Bake it or buy it, but blog about it. Monday Oct. 16 has been declared World Bread Day by the International Union of Bakers and Bakers-Confectioners. The idea here is to appreciate this “universal product, found in every civilisation.”
Over at the kochtopf blog they’re urging people to photograph and blog about their favorite bread and to send in the links for an Oct. 17 blog round-up.
This got me thinking about not just the universality of bread but the distinctive local variations. I’ve noticed that most major American cities have their own traditional breakfast bread. Boston, for instance, has the grilled corn muffin or blueberry muffin; New York, the bagel; most Southern cities, the sausage biscuit. In eastern Ohio and southwestern New York, you might be lucky enough to find a town that still offers salt-rising toast as a breakfast option. San Francisco, of course, has sourdough toast. When I arrived in Seattle some years back, giant cinnamon rolls studded with raisins and slathered with icing were in vogue. (Can anyone tell me about the breakfast breads for Minneapolis? Kansas City? Detroit?)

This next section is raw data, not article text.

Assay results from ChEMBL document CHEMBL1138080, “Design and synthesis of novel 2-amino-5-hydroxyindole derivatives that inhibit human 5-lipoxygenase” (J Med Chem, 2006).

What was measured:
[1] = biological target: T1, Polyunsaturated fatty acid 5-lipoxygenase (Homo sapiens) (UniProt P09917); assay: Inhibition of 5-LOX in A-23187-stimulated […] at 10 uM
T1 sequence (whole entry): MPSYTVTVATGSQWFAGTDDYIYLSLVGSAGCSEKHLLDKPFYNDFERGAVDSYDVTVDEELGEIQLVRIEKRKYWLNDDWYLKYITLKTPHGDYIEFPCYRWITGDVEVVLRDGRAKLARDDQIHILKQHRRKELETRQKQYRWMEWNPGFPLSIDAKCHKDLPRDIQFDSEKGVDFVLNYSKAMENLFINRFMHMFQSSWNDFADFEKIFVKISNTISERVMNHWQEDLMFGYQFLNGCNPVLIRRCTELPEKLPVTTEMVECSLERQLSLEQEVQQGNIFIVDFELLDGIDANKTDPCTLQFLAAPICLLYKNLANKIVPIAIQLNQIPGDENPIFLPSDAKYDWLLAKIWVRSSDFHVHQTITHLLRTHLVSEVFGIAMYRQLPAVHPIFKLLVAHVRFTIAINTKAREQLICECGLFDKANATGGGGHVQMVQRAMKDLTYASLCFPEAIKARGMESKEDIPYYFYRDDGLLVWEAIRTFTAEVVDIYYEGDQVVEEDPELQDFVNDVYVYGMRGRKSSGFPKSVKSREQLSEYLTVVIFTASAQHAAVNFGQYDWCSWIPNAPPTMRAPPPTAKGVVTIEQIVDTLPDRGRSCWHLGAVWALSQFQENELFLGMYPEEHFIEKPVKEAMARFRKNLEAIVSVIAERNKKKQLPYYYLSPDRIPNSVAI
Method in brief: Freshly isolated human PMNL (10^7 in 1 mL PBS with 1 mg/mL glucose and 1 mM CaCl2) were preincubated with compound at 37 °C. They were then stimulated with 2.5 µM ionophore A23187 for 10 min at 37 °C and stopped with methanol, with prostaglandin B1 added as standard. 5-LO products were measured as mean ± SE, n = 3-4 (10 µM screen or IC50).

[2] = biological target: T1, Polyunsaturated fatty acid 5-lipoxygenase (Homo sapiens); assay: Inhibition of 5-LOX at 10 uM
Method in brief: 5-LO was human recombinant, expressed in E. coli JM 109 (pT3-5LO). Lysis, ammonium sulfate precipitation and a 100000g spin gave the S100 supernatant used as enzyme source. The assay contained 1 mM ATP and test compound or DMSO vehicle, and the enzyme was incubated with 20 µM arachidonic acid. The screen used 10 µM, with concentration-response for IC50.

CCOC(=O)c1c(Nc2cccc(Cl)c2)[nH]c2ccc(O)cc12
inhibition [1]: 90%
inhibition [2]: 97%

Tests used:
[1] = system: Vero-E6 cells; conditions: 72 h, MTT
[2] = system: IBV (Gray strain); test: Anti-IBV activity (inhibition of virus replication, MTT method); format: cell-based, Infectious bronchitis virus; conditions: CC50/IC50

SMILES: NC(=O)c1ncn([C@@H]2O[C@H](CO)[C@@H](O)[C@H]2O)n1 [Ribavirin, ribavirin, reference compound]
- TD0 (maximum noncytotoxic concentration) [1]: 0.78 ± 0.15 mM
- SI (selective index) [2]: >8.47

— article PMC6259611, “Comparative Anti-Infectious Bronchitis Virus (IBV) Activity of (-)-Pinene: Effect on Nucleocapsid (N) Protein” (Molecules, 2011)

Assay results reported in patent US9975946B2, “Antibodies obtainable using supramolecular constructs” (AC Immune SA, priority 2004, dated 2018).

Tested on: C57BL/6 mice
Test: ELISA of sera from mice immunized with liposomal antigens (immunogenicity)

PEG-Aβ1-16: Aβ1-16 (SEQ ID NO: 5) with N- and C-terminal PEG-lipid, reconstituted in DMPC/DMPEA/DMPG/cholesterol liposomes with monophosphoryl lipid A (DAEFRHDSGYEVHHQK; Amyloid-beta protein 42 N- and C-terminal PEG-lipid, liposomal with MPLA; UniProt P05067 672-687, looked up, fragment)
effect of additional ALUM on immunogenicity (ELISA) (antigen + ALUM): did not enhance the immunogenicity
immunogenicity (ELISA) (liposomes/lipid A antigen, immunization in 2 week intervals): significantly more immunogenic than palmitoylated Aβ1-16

If I could celebrate World Bread Day by eating any bread in the world, it would be the focaccia formaggio made in Recco, a Ligurian coastal town a bit to the east of Genoa. A soft cheese with a taste very much like sour cream is baked on the oil-brushed focaccia, and the result is utterly addictive. Sadly, there’s no focaccia formaggio in Seattle (the authentic cheese being unobtainable outside of Italy), so I’ll probably mark the day with a fresh cardamom braid from our local Scandinavian bakery.